How does the skin develop follicles and eventually sprout hair? A USC-led study, published in the Proceedings of the National Academy of Sciences (PNAS), addresses this question using insights gleaned from organoids, 3D assemblies of cells possessing rudimentary skin structure and function–including the ability to grow hair.
In the study, first author Mingxing Lei, a postdoctoral scholar in the USC Stem Cell laboratory of Cheng-Ming Chuong, and an international team of scientists started with dissociated skin cells from a newborn mouse. Lei then took hundreds of timelapse movies to analyze the collective cell behavior. They observed that these cells formed organoids by transitioning through six distinct phases: 1) dissociated cells; 2) aggregated cells; 3) cysts; 4) coalesced cysts; 5) layered skin; and 6) skin with follicles, which robustly produce hair after being transplanted onto the back of a host mouse.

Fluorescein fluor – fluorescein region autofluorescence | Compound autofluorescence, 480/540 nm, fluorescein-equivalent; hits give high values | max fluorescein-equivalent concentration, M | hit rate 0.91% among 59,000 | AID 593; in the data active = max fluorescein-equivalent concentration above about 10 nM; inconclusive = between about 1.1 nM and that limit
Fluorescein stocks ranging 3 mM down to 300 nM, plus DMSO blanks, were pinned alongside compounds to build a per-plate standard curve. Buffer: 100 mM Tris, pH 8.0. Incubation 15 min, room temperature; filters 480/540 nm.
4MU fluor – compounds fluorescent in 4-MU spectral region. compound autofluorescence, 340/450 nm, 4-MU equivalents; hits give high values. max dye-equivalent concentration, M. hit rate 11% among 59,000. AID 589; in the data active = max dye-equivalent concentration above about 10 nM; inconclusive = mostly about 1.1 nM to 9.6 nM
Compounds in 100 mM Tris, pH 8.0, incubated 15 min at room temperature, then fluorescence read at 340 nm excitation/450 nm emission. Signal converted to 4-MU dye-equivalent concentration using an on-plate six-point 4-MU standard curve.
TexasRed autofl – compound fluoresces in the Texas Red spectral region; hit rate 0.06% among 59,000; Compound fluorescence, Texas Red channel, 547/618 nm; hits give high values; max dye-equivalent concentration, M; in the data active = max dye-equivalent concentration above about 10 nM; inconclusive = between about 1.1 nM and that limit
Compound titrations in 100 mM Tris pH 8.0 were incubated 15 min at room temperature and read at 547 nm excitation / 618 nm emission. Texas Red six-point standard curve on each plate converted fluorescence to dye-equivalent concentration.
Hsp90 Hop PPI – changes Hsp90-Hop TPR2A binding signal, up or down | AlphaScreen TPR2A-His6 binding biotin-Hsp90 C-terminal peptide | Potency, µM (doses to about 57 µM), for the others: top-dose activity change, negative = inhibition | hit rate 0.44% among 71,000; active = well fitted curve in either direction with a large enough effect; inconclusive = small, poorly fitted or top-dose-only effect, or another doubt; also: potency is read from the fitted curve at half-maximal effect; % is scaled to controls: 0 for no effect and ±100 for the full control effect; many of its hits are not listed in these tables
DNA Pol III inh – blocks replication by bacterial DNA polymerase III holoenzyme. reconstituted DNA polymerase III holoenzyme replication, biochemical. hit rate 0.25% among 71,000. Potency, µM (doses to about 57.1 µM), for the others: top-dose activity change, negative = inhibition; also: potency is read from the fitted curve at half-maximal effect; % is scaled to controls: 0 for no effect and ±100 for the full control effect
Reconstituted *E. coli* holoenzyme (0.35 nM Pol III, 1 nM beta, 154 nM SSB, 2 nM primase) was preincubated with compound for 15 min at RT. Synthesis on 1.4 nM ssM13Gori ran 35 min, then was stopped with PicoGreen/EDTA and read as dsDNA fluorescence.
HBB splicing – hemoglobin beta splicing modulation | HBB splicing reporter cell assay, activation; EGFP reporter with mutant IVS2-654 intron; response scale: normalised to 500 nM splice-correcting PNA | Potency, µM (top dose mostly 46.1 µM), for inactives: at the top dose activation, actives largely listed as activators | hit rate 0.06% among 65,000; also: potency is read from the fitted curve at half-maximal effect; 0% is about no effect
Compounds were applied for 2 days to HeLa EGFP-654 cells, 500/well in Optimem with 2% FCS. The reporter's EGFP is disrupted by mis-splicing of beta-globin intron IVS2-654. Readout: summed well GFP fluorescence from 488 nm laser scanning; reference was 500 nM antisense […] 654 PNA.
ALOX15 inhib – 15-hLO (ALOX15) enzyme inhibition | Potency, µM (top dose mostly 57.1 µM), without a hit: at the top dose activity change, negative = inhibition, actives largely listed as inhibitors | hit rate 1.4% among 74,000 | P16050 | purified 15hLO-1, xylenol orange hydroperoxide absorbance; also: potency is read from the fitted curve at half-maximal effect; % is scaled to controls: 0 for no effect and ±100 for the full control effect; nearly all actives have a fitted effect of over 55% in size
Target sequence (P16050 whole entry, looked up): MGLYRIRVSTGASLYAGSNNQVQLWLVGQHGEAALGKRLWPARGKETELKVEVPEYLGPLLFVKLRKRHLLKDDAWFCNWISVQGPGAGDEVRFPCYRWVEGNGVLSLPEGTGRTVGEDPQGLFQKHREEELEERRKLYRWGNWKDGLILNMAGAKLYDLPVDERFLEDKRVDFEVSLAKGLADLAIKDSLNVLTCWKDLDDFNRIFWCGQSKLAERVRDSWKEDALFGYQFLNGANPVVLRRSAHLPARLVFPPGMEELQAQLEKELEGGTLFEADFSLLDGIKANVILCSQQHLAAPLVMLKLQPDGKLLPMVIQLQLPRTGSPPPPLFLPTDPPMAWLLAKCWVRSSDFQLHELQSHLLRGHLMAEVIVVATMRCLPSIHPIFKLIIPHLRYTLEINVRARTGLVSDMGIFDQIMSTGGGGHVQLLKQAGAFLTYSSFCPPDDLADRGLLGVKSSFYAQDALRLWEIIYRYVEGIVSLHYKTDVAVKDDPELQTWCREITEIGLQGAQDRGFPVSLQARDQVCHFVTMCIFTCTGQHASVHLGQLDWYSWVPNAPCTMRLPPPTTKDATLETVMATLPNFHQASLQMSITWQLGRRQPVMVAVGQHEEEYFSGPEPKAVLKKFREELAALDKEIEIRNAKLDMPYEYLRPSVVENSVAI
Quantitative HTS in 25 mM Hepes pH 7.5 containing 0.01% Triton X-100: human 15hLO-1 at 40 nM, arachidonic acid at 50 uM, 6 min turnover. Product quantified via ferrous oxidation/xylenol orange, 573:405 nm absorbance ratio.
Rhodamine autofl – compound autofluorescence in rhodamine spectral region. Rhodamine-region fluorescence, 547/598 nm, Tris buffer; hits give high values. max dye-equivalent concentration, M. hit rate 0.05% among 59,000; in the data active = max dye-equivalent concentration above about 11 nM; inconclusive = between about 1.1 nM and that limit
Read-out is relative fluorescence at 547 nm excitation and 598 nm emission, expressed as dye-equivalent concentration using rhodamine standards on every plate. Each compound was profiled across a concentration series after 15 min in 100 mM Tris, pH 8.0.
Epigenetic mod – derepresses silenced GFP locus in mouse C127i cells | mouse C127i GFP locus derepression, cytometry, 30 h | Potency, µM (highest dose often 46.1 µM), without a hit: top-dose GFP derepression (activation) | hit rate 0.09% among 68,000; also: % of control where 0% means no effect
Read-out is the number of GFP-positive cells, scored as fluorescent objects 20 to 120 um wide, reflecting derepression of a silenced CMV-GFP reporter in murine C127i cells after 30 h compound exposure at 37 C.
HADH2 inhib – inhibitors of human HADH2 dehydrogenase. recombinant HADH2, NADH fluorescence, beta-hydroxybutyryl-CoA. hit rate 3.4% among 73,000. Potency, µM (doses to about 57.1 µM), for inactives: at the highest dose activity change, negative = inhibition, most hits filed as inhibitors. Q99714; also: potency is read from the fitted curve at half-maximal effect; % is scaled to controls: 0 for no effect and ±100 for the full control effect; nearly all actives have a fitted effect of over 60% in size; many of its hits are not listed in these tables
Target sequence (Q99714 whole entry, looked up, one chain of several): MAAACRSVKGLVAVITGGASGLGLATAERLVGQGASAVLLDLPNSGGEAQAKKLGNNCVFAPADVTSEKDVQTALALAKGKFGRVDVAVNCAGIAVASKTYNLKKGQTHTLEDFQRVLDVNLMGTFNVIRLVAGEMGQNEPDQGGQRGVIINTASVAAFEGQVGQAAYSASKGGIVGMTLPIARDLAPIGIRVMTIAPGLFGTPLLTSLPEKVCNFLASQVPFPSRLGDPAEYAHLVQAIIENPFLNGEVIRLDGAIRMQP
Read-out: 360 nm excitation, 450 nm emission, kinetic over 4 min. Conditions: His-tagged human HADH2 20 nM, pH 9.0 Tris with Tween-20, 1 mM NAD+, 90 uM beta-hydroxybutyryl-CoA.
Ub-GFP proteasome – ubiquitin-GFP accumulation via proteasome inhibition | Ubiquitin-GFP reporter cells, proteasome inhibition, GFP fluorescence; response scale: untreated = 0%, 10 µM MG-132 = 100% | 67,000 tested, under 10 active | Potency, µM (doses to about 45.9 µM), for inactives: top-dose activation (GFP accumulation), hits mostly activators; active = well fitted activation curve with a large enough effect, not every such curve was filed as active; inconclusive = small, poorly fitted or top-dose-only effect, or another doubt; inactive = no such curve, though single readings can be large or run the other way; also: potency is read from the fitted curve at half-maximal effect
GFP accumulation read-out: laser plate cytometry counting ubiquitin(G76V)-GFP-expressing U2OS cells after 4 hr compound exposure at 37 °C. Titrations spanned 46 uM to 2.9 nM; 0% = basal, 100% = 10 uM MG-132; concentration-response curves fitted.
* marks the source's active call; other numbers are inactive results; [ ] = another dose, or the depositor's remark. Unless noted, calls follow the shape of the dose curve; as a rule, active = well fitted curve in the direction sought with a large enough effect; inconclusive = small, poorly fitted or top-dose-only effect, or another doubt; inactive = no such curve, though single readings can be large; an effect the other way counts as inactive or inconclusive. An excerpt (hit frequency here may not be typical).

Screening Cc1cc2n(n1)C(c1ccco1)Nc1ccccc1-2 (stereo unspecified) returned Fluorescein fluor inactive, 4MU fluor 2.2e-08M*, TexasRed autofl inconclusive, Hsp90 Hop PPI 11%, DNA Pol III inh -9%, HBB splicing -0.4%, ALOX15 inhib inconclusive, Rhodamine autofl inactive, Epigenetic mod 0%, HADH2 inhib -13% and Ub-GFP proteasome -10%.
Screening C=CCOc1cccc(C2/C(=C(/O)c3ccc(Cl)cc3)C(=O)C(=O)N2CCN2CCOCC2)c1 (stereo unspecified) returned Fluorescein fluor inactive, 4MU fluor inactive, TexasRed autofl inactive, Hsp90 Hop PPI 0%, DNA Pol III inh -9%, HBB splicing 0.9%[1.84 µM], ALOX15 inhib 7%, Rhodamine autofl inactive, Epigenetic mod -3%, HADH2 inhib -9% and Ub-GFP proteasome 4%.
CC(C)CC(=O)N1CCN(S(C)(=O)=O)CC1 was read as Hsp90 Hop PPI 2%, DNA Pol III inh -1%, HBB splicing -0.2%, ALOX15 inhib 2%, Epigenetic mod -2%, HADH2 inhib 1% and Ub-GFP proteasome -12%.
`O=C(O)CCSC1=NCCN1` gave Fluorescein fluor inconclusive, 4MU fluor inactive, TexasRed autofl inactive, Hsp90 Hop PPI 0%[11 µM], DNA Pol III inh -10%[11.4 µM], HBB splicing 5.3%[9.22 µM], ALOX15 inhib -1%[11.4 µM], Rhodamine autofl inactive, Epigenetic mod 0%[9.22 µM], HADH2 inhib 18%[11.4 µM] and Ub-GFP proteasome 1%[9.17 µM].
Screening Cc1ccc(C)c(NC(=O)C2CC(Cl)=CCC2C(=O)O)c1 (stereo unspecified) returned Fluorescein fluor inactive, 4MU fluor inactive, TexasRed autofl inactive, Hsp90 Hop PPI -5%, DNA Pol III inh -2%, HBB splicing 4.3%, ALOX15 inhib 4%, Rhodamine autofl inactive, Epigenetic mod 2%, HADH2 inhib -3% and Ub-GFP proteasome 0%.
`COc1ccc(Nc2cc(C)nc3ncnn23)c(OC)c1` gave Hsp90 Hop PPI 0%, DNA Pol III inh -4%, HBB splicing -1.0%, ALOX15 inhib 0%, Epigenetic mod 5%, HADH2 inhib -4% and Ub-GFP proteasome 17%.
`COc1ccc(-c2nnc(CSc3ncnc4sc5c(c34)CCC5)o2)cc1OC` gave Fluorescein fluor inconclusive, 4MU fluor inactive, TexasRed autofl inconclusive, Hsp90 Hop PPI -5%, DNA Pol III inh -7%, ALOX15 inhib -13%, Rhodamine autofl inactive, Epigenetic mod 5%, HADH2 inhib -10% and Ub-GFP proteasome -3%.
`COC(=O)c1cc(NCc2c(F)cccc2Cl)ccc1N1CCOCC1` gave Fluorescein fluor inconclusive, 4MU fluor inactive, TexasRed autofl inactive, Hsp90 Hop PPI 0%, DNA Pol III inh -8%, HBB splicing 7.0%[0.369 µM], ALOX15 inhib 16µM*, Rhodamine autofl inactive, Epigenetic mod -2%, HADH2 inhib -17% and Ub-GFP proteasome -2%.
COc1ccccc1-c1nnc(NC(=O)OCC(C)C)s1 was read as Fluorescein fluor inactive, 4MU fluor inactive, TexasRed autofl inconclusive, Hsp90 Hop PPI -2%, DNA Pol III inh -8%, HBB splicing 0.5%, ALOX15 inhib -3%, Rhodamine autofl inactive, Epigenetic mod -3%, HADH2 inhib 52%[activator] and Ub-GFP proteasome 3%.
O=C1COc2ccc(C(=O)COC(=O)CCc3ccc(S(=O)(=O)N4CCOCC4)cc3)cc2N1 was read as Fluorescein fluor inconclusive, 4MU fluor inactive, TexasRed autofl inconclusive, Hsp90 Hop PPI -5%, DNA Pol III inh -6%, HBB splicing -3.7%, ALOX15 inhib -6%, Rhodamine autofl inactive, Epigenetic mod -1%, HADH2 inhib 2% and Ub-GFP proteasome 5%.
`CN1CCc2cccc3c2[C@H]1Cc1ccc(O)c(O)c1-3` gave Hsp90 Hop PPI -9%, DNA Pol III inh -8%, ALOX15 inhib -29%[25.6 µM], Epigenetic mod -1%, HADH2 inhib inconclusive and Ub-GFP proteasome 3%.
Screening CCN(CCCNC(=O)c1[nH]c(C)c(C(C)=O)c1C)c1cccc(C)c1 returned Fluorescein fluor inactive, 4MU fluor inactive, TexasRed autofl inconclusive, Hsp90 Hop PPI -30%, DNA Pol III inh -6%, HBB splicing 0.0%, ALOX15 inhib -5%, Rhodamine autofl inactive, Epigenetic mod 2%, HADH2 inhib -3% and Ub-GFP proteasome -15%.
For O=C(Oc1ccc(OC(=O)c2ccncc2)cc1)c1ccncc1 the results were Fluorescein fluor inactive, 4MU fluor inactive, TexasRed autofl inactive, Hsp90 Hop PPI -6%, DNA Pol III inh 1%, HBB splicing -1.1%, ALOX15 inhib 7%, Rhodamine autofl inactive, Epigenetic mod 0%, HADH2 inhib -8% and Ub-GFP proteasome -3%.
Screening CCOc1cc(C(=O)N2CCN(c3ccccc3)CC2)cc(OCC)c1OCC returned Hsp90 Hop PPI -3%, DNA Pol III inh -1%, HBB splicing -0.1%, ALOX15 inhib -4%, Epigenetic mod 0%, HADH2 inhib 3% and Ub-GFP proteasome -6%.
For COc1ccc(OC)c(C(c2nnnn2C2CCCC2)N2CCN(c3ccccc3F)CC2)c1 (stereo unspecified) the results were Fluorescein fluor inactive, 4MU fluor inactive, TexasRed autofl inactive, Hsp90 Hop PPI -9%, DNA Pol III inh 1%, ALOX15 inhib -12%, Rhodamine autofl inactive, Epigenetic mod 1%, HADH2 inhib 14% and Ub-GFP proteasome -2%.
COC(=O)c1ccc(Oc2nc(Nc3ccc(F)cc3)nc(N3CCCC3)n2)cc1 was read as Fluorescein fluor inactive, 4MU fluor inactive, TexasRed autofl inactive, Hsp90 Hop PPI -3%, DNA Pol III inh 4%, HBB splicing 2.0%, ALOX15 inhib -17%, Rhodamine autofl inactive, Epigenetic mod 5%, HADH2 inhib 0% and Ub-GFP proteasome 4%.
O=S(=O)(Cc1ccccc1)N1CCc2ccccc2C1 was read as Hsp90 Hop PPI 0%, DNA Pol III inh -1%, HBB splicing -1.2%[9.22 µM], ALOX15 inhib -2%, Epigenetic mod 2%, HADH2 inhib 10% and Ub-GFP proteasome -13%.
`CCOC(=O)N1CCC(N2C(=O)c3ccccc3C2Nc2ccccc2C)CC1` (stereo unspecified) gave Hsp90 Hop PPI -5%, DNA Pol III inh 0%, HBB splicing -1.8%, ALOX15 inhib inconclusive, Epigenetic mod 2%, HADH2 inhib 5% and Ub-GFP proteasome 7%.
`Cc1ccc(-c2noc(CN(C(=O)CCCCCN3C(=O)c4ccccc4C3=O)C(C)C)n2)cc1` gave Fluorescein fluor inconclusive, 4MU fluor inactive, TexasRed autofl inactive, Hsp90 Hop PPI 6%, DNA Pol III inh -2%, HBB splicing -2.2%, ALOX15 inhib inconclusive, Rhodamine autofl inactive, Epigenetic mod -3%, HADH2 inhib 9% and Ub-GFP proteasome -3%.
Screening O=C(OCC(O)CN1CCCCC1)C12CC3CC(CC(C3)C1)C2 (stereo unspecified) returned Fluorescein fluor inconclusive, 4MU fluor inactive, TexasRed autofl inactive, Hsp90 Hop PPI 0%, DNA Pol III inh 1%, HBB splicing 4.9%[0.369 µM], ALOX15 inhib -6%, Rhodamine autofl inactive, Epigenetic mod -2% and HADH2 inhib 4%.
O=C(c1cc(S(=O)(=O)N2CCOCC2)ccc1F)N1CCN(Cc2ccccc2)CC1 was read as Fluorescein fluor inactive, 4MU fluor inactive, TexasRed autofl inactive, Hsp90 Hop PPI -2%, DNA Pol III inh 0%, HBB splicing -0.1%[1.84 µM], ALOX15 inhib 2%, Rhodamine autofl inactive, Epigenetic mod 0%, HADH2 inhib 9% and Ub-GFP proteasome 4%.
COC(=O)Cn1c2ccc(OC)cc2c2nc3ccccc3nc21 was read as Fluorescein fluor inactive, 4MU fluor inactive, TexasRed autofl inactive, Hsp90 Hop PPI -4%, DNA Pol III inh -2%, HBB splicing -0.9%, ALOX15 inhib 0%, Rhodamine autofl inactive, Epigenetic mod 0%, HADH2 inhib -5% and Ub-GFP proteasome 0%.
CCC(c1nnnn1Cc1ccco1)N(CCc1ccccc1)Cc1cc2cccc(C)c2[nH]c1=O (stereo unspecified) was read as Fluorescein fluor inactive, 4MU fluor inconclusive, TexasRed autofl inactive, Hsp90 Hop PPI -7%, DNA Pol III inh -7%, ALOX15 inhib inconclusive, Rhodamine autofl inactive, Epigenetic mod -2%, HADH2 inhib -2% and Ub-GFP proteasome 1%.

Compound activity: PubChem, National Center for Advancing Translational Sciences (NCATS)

In contrast, dissociated skin cells from an adult mouse only reached phase 2–aggregation–before stalling in their development and failing to produce hair.
To understand the forces at play, the scientists analyzed the molecular events and physical processes that drove successful organoid formation with newborn mouse cells.
“We used a combination of bioinformatics and molecular screenings, and the core facilities at the Health Sciences Campus have facilitated my analyses,” said Lei.
At various time points, they observed increased activity in genes related to: the protein collagen; the blood sugar-regulating hormone insulin; the formation…